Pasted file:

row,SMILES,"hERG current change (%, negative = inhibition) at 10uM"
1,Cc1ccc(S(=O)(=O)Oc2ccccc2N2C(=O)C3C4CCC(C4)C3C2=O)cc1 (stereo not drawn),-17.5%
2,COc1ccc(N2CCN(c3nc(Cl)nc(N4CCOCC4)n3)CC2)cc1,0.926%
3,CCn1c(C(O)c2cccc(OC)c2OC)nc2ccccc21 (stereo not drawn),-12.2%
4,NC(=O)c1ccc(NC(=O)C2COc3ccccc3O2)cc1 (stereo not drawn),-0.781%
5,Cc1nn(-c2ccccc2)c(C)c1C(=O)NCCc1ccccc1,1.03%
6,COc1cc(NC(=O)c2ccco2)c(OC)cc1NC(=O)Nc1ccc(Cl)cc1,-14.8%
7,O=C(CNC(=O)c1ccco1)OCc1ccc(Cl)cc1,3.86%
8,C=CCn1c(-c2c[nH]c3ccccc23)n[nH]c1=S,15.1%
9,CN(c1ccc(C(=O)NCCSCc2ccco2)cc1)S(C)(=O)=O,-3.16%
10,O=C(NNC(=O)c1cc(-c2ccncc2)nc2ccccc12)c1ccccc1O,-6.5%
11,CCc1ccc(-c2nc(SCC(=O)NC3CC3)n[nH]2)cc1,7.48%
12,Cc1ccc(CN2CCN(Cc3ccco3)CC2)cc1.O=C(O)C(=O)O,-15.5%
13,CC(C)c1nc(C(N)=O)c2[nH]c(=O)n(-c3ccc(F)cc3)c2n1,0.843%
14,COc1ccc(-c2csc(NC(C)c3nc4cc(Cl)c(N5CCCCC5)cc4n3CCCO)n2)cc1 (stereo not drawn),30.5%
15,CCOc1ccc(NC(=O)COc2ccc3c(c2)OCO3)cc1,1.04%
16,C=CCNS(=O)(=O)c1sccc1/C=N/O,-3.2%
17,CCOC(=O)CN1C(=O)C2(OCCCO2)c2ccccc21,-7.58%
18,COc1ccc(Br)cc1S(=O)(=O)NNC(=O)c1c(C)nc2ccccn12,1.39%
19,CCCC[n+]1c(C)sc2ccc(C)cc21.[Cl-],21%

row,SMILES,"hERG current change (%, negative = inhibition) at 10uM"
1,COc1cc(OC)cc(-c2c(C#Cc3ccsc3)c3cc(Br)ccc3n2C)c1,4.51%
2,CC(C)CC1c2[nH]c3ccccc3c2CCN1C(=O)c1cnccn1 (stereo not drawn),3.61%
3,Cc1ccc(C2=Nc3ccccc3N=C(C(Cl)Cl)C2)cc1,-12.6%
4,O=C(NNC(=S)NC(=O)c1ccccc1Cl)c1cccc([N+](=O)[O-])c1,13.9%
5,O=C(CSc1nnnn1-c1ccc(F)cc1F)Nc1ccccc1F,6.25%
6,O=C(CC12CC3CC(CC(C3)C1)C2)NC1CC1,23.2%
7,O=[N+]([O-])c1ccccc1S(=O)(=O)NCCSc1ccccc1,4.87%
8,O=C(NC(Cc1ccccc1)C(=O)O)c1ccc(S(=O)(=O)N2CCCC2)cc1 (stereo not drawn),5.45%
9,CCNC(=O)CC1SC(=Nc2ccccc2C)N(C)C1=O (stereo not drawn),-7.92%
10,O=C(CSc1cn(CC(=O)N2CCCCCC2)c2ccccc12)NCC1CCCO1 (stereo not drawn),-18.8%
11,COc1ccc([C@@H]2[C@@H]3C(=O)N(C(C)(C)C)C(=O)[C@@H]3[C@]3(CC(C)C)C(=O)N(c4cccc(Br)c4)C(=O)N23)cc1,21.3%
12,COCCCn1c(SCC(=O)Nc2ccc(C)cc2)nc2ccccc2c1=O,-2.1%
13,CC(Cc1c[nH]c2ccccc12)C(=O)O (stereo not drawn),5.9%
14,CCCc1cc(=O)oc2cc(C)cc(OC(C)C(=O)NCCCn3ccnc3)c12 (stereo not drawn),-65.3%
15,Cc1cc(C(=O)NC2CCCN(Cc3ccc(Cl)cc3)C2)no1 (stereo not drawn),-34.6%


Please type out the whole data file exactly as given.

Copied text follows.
row,SMILES,"hERG current change (%, negative = inhibition) at 10uM"
1,Cc1ccc(S(=O)(=O)Oc2ccccc2N2C(=O)C3C4CCC(C4)C3C2=O)cc1 (stereo not drawn),-17.5%
2,COc1ccc(N2CCN(c3nc(Cl)nc(N4CCOCC4)n3)CC2)cc1,0.926%
3,CCn1c(C(O)c2cccc(OC)c2OC)nc2ccccc21 (stereo not drawn),-12.2%
4,NC(=O)c1ccc(NC(=O)C2COc3ccccc3O2)cc1 (stereo not drawn),-0.781%
5,Cc1nn(-c2ccccc2)c(C)c1C(=O)NCCc1ccccc1,1.03%
6,COc1cc(NC(=O)c2ccco2)c(OC)cc1NC(=O)Nc1ccc(Cl)cc1,-14.8%
7,O=C(CNC(=O)c1ccco1)OCc1ccc(Cl)cc1,3.86%
8,C=CCn1c(-c2c[nH]c3ccccc23)n[nH]c1=S,15.1%
9,CN(c1ccc(C(=O)NCCSCc2ccco2)cc1)S(C)(=O)=O,-3.16%
10,O=C(NNC(=O)c1cc(-c2ccncc2)nc2ccccc12)c1ccccc1O,-6.5%
11,CCc1ccc(-c2nc(SCC(=O)NC3CC3)n[nH]2)cc1,7.48%
12,Cc1ccc(CN2CCN(Cc3ccco3)CC2)cc1.O=C(O)C(=O)O,-15.5%
13,CC(C)c1nc(C(N)=O)c2[nH]c(=O)n(-c3ccc(F)cc3)c2n1,0.843%
14,COc1ccc(-c2csc(NC(C)c3nc4cc(Cl)c(N5CCCCC5)cc4n3CCCO)n2)cc1 (stereo not drawn),30.5%
15,CCOc1ccc(NC(=O)COc2ccc3c(c2)OCO3)cc1,1.04%
16,C=CCNS(=O)(=O)c1sccc1/C=N/O,-3.2%
17,CCOC(=O)CN1C(=O)C2(OCCCO2)c2ccccc21,-7.58%
18,COc1ccc(Br)cc1S(=O)(=O)NNC(=O)c1c(C)nc2ccccn12,1.39%
19,CCCC[n+]1c(C)sc2ccc(C)cc21.[Cl-],21%

row,SMILES,"hERG current change (%, negative = inhibition) at 10uM"
1,COc1cc(OC)cc(-c2c(C#Cc3ccsc3)c3cc(Br)ccc3n2C)c1,4.51%
2,CC(C)CC1c2[nH]c3ccccc3c2CCN1C(=O)c1cnccn1 (stereo not drawn),3.61%
3,Cc1ccc(C2=Nc3ccccc3N=C(C(Cl)Cl)C2)cc1,-12.6%
4,O=C(NNC(=S)NC(=O)c1ccccc1Cl)c1cccc([N+](=O)[O-])c1,13.9%
5,O=C(CSc1nnnn1-c1ccc(F)cc1F)Nc1ccccc1F,6.25%
6,O=C(CC12CC3CC(CC(C3)C1)C2)NC1CC1,23.2%
7,O=[N+]([O-])c1ccccc1S(=O)(=O)NCCSc1ccccc1,4.87%
8,O=C(NC(Cc1ccccc1)C(=O)O)c1ccc(S(=O)(=O)N2CCCC2)cc1 (stereo not drawn),5.45%
9,CCNC(=O)CC1SC(=Nc2ccccc2C)N(C)C1=O (stereo not drawn),-7.92%
10,O=C(CSc1cn(CC(=O)N2CCCCCC2)c2ccccc12)NCC1CCCO1 (stereo not drawn),-18.8%
11,COc1ccc([C@@H]2[C@@H]3C(=O)N(C(C)(C)C)C(=O)[C@@H]3[C@]3(CC(C)C)C(=O)N(c4cccc(Br)c4)C(=O)N23)cc1,21.3%
12,COCCCn1c(SCC(=O)Nc2ccc(C)cc2)nc2ccccc2c1=O,-2.1%
13,CC(Cc1c[nH]c2ccccc12)C(=O)O (stereo not drawn),5.9%
14,CCCc1cc(=O)oc2cc(C)cc(OC(C)C(=O)NCCCn3ccnc3)c12 (stereo not drawn),-65.3%
15,Cc1cc(C(=O)NC2CCCN(Cc3ccc(Cl)cc3)C2)no1 (stereo not drawn),-34.6%